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Residual benzamide contamination in synthetic oligonucleotides observed using UV resonance Raman spectroscopy

Authors

  • Christopher J. Addison,

    1. Michael Smith Laboratories, The University of British Columbia, Vancouver, BC, Canada, V6T 1Z4
    2. Department of Chemistry, The University of British Columbia, Vancouver, BC, Canada, V6T 1Z1
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    • Both authors contributed equally to this work.

  • Stanislav O. Konorov,

    1. Michael Smith Laboratories, The University of British Columbia, Vancouver, BC, Canada, V6T 1Z4
    2. Department of Chemistry, The University of British Columbia, Vancouver, BC, Canada, V6T 1Z1
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    • Both authors contributed equally to this work.

  • H. Georg Schulze,

    1. Michael Smith Laboratories, The University of British Columbia, Vancouver, BC, Canada, V6T 1Z4
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  • Robin F. B. Turner,

    Corresponding author
    1. Michael Smith Laboratories, The University of British Columbia, Vancouver, BC, Canada, V6T 1Z4
    2. Department of Chemistry, The University of British Columbia, Vancouver, BC, Canada, V6T 1Z1
    3. Department of Electrical and Computer Engineering, The University of British Columbia, Vancouver, BC, Canada, V6T 1Z4
    • Michael Smith Laboratories, The University of British Columbia, Vancouver, BC, Canada, V6T 1Z4. E-mail: turner@msl.ubc.ca Michael W. Blades, Department of Chemistry, The University of British Columbia, Vancouver, BC, Canada, V6T 1Z1.
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  • Michael W. Blades

    Corresponding author
    1. Department of Chemistry, The University of British Columbia, Vancouver, BC, Canada, V6T 1Z1
    • Department of Chemistry, The University of British Columbia, Vancouver, BC, Canada, V6T 1Z1.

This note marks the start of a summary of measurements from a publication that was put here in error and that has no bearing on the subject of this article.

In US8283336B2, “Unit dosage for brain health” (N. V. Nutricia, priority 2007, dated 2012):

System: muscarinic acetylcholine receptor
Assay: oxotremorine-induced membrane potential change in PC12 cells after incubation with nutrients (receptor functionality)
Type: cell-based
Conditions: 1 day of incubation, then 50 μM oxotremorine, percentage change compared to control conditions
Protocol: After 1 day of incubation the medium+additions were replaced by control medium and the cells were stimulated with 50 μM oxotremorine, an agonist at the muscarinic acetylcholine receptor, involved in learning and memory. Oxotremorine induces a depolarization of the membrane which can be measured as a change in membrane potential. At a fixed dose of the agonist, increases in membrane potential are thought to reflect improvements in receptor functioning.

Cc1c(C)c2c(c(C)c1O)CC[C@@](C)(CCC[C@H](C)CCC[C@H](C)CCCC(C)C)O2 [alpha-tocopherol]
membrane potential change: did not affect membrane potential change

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Abstract

Spectroscopic methods based on Raman scattering have for many years employed synthetic oligonucleotides in a broad range of applications, either as probes or as model analytes for biophysical investigations. Benzamide is commonly used as a protecting group in the phosphoramidite synthesis of oligonucleotides and, while standard desalting used after synthesis yields sufficiently pure reagents for most assay reactions or other routine uses of the oligomer, it does not completely remove benzamide. We show that the 1609 cm−1 band of residual benzamide contamination can interfere with certain nucleic acid bands, particularly when using excitation wavelengths near 244 nm where the benzamide band is strongly enhanced. For example, the 1609 cm−1 band of benzamide could obscure (or be mistaken as) a weak vibration attributed to an [BOND]NH2 scissoring. The extent of benzamide contamination in desalted preparations varies considerably among different commercial sources, and hence caution is advised when making direct comparisons of ultraviolet Raman data of oligonucleotides from different sources. Copyright © 2010 John Wiley & Sons, Ltd.

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